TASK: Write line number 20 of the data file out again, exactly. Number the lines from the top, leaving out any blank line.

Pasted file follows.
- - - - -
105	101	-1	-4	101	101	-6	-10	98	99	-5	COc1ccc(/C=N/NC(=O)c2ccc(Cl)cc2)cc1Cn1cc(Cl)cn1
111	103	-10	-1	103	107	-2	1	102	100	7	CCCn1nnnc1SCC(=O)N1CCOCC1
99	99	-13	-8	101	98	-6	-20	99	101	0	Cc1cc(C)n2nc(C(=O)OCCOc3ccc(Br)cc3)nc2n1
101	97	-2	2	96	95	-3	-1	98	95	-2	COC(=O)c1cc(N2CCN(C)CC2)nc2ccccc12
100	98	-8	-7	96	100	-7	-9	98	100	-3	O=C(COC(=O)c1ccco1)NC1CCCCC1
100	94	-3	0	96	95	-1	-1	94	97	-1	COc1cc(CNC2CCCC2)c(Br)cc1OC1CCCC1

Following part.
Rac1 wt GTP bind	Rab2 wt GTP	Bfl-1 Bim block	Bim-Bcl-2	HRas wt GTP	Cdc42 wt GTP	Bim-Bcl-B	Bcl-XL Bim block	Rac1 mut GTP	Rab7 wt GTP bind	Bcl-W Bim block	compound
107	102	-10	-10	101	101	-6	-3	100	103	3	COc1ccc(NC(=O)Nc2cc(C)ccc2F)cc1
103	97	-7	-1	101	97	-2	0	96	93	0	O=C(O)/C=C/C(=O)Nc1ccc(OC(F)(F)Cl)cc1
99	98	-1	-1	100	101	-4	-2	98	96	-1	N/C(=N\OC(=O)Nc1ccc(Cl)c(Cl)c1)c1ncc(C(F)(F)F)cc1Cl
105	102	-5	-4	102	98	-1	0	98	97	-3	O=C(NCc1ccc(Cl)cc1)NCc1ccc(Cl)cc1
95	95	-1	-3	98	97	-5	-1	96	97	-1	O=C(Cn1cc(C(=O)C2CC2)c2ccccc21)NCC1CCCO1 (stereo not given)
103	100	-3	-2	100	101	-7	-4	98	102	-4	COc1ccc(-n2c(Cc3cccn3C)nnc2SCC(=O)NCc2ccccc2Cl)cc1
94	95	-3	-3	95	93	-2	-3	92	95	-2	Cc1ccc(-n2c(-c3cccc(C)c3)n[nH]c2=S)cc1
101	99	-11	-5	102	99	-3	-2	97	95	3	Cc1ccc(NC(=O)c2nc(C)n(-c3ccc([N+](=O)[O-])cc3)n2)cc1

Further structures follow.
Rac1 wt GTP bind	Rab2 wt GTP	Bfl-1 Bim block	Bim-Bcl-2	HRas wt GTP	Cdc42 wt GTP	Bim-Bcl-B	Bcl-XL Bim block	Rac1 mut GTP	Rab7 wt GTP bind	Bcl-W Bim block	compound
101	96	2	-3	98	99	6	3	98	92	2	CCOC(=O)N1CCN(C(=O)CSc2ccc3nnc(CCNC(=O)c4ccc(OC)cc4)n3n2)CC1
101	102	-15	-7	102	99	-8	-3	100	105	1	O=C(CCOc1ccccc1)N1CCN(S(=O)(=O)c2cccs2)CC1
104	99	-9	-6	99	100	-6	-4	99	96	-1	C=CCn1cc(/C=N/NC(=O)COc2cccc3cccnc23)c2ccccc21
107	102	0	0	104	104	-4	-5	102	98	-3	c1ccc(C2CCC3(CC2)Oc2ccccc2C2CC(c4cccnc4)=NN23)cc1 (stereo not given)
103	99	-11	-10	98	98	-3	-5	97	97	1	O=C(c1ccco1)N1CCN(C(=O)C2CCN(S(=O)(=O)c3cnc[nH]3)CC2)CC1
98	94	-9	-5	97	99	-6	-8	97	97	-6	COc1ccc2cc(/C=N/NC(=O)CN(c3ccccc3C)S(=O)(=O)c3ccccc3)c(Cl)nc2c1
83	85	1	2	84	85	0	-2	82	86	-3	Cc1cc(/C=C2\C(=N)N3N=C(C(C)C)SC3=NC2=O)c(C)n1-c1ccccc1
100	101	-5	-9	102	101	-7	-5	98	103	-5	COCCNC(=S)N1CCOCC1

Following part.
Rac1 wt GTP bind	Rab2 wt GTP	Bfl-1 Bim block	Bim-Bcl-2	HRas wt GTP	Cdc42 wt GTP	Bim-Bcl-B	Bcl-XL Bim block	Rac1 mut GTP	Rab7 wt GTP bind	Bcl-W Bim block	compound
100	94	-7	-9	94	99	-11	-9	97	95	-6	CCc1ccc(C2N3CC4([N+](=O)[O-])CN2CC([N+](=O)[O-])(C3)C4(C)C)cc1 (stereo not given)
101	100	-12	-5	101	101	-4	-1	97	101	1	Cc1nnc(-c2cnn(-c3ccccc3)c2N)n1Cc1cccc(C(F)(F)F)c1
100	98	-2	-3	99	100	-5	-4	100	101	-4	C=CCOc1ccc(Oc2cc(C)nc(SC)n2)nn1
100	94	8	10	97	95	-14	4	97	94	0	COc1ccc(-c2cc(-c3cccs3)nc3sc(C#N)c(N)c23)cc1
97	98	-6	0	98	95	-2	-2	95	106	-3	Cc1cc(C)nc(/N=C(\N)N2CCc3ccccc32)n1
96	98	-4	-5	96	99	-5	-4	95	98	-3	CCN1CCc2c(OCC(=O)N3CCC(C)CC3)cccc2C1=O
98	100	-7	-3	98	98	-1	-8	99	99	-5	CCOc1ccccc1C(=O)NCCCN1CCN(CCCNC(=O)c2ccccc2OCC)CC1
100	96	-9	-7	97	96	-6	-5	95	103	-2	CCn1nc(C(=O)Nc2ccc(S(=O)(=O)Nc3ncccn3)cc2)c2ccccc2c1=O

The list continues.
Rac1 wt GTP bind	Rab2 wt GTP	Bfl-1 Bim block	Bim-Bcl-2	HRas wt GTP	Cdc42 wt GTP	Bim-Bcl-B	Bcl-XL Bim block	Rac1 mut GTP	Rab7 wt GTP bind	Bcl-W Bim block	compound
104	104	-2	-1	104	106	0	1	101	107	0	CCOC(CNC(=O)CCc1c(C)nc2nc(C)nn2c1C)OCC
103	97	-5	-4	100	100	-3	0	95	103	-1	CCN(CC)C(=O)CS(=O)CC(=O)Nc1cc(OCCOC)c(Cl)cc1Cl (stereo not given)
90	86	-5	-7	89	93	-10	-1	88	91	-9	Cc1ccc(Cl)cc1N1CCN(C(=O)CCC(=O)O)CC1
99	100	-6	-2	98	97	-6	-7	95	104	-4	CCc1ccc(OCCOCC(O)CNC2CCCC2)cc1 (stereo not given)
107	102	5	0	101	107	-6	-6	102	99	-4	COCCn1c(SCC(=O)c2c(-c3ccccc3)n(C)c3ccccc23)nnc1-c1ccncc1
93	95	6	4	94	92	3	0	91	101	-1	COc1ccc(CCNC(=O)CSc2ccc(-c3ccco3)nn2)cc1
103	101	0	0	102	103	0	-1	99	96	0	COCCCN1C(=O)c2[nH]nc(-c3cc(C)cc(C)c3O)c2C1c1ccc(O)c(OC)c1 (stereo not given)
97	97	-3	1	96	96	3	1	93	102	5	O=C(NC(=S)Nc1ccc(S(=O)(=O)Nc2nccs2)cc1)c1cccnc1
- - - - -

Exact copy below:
101	102	-15	-7	102	99	-8	-3	100	105	1	O=C(CCOc1ccccc1)N1CCN(S(=O)(=O)c2cccs2)CC1